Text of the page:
A one-of-a-kind marine engineering school inspiring students to strive for excellence

At each fall semester, on the North Shore of Long Island, freshmen who attend the Webb Institute board flawed local ships and set off on a course in hopes of winning the race without sinking. Spectators, mostly upperclassmen, watch the voyages unfold in port, immersed in their own memorable initiation as new undergraduates studying at the private engineering school.

Junior Jacob Dillistin, from West Palm Beach, Florida, recalled how he and his team only had a few materials to work with for this exercise.

“Plywood, zip ties, putty, PVC pipe and a couple two-by-fours, that’s all we could use,” he said. “We had to design a boat using principles learned from the Naval Architecture course like buoyancy and stability to make sure that once we were in the boat it wouldn’t flip over!”

First-year Webb Institute students participate in the schoolannual boat race.

With a design in hand, the students headed to the campus carpentry shop, using power tools to assemble the ship before testing it the day before the race. The materials used are limited, Dillistin said, but the project is designed that way. He and his teammates did their best to find any leaks and then plug them.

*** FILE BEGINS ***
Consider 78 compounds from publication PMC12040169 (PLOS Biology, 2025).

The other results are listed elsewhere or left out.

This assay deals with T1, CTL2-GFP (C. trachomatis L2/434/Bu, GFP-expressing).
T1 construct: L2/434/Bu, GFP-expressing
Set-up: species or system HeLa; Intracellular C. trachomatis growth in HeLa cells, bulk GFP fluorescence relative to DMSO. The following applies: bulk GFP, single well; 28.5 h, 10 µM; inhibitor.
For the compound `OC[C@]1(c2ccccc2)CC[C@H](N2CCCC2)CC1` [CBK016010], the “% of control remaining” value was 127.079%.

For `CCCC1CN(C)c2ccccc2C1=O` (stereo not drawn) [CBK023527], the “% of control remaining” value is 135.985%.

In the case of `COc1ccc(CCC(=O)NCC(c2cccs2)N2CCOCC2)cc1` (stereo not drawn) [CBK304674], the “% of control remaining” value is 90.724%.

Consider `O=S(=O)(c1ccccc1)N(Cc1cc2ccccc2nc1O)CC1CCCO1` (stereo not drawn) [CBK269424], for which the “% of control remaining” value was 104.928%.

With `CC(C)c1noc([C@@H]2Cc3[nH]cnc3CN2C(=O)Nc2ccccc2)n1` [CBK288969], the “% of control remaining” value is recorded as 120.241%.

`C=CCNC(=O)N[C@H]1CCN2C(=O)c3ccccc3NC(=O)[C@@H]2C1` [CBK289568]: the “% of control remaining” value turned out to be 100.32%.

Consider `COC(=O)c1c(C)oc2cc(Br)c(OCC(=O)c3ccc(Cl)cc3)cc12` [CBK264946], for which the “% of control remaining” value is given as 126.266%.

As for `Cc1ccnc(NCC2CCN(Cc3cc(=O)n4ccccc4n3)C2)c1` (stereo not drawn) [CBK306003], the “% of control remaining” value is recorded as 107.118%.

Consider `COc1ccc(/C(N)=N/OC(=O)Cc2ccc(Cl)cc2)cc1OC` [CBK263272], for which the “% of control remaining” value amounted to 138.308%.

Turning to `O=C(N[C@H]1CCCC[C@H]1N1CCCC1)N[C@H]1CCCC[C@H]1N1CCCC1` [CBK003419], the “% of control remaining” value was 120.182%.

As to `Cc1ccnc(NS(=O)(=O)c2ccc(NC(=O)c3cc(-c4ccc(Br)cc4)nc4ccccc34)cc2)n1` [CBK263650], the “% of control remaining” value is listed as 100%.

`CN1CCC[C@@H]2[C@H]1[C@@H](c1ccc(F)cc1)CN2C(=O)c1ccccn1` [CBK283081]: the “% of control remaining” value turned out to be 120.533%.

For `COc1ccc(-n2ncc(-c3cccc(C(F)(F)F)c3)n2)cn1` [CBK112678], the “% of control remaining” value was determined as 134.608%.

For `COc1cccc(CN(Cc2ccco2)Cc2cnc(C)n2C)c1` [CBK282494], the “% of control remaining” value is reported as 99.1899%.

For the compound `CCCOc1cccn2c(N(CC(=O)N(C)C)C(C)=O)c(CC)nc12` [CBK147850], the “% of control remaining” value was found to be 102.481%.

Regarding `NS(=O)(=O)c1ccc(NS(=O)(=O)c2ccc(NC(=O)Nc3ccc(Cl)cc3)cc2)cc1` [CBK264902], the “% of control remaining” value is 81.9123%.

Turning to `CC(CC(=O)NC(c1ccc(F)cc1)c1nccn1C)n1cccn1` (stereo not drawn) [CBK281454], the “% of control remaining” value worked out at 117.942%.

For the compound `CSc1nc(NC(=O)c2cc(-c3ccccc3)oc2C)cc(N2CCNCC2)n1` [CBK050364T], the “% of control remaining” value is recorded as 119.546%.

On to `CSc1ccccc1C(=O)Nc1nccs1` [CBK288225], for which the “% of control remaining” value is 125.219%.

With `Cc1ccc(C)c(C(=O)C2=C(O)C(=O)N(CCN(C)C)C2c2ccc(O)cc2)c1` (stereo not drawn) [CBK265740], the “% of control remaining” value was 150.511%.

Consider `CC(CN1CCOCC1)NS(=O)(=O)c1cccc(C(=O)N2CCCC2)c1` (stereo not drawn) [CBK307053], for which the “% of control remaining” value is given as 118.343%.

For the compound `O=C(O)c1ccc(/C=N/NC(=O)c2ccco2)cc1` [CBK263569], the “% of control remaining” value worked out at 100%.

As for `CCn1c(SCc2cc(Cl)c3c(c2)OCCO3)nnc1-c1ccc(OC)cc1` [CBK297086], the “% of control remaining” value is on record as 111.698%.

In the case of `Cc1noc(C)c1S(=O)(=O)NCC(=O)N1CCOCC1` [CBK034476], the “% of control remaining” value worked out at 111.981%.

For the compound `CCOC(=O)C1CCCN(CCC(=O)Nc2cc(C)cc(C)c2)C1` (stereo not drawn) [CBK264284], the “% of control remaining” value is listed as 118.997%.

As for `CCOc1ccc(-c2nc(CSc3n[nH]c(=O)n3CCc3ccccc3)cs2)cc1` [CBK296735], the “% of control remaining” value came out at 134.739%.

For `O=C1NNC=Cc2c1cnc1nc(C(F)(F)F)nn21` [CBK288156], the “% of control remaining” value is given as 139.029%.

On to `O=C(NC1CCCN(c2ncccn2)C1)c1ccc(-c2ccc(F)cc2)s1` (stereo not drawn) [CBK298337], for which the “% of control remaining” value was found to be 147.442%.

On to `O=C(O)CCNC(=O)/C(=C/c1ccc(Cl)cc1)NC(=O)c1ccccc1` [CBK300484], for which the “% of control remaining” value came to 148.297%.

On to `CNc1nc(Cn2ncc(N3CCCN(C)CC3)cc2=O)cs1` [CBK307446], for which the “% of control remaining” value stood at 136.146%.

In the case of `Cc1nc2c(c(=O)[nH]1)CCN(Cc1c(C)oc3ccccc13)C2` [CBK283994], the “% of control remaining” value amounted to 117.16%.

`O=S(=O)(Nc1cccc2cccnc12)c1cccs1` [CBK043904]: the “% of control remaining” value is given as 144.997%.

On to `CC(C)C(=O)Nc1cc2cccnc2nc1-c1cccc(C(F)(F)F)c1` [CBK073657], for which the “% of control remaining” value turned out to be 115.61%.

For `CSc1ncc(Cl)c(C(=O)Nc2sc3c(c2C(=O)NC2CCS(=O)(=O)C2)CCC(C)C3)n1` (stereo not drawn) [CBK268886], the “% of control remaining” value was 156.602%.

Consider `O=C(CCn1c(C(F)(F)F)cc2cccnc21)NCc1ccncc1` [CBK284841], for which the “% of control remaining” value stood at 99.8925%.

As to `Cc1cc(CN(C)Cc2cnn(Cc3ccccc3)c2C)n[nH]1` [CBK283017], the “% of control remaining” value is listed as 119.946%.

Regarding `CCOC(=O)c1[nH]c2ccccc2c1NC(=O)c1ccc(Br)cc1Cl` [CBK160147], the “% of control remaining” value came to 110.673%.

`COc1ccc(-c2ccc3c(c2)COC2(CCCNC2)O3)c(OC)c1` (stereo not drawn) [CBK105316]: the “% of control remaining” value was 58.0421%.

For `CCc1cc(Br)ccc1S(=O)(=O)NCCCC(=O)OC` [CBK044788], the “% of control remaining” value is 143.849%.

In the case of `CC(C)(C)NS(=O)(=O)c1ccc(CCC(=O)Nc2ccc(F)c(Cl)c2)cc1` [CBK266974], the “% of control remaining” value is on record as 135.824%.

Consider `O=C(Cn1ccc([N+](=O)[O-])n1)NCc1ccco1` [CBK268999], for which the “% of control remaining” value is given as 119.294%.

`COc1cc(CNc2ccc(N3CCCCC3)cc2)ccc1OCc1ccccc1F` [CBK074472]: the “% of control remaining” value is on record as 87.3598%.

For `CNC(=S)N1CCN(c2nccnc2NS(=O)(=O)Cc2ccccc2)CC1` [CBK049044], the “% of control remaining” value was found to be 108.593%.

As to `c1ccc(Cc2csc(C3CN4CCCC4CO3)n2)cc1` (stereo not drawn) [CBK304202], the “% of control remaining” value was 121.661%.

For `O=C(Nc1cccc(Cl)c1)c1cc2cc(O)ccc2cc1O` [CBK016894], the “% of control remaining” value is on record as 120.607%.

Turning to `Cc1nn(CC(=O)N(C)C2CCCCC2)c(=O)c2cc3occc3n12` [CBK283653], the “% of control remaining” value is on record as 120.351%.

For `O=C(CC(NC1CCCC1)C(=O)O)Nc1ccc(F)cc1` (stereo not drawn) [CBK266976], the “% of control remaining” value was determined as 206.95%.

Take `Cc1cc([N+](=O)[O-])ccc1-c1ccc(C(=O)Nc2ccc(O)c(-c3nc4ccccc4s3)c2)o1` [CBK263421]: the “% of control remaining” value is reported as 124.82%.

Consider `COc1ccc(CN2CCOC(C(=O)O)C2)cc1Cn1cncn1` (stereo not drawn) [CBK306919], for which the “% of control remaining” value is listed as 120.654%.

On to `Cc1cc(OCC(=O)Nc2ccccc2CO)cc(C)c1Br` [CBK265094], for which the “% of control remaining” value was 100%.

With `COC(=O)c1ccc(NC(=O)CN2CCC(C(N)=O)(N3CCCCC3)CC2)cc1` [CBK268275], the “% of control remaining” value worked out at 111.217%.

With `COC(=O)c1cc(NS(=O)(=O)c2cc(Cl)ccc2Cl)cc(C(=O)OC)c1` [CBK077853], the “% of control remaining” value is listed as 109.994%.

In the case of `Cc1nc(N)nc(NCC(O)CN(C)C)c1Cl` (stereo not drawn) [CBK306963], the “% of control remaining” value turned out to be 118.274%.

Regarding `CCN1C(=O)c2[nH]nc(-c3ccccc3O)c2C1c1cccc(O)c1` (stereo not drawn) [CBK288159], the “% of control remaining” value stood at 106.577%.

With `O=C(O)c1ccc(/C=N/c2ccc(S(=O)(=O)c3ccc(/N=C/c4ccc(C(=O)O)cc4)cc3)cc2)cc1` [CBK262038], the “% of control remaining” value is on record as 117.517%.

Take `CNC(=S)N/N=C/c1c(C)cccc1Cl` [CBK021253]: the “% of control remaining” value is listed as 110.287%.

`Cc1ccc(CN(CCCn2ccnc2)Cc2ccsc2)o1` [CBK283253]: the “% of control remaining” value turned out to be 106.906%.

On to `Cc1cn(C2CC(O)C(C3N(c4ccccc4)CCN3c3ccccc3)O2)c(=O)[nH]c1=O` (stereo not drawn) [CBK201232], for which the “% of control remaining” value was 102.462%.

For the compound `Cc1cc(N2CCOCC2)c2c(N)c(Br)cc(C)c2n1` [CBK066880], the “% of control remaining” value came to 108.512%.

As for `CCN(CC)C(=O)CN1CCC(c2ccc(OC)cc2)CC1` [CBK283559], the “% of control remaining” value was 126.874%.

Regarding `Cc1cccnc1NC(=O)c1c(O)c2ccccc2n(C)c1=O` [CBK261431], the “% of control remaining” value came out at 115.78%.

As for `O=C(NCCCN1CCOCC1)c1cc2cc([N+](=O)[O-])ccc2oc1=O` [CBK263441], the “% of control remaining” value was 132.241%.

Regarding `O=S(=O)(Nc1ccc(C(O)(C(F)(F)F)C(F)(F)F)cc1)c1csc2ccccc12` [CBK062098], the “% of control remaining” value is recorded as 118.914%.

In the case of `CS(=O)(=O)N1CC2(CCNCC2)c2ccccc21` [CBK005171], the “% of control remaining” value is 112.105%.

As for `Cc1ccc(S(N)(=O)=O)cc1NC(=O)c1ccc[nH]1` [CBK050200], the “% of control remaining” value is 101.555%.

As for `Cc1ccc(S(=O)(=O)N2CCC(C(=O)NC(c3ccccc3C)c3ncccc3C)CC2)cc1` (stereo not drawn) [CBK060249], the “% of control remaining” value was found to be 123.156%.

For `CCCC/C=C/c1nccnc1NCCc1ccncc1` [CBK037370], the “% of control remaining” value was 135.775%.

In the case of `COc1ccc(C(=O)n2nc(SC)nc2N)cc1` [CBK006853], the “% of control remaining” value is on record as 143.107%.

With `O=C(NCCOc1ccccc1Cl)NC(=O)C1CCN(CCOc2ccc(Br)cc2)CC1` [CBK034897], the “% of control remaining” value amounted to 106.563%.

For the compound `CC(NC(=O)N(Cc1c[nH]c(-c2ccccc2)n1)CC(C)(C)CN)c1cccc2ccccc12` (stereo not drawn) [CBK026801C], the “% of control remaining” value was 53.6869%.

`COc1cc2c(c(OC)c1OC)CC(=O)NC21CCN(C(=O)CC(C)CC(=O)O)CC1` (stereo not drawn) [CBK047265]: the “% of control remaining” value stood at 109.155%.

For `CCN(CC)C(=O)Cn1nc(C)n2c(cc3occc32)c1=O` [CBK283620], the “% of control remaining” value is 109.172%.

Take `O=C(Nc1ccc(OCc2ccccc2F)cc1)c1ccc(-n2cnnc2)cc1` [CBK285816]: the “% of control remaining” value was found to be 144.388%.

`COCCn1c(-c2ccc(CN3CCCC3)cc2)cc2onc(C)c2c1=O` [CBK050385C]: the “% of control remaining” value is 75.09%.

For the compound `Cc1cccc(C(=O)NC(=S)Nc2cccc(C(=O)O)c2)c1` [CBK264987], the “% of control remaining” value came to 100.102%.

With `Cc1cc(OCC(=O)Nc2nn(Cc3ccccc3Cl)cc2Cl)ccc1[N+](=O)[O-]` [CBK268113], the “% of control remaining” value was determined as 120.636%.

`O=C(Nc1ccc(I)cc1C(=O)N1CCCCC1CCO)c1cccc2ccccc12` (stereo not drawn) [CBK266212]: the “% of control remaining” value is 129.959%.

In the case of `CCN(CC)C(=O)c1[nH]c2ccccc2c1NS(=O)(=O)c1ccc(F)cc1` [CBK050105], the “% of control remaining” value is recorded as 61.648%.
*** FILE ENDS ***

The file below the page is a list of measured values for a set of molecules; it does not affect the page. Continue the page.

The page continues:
“For the race, we had to do a loop around two buoys, pick up some water balloons from the beach, and then do another lap around the buoys,” he said. “I’m sure it was pretty fun watching everyone go around.”

More than just entertainment, exercise is just one of many where students get their feet wet at the start of their studies. It is the only such program in the United States with only one degree offered – a Bachelor of Science degree in the two disciplines of Naval Architecture and Marine Engineering.

Assistant Professor of Naval Architecture Bradley Golden admits that there are many engineering schools to choose from, but none like the Webb Institute. The highly specialized shipbuilding program, the small nature of the school on 26 acres and the exchange program with the University of Southampton are just some of its outstanding qualities.

“We are a tight-knit community of 100 students, 104 students to be exact,” Golden said. “The doors to the faculty are open all the time, so students have access whenever they have a question. Because we are highly specialized, students come here who are really interested in this subject. You’re in it for the long haul, or you’re changing schools.

Golden himself graduated from the program in 1999. After working in the commercial sector, he returned to campus four years ago. The “Dream Move”, as he calls it, is evident in his enthusiasm for showing students all aspects of working in the commercial and military industry and helping them with internships and positions after graduation. .

He believes the proof of success is that all graduates find employment and give back generously to the institution that trained them so well. “Seventy percent of our graduates donate each year. This is the highest percentage of any school in the country! »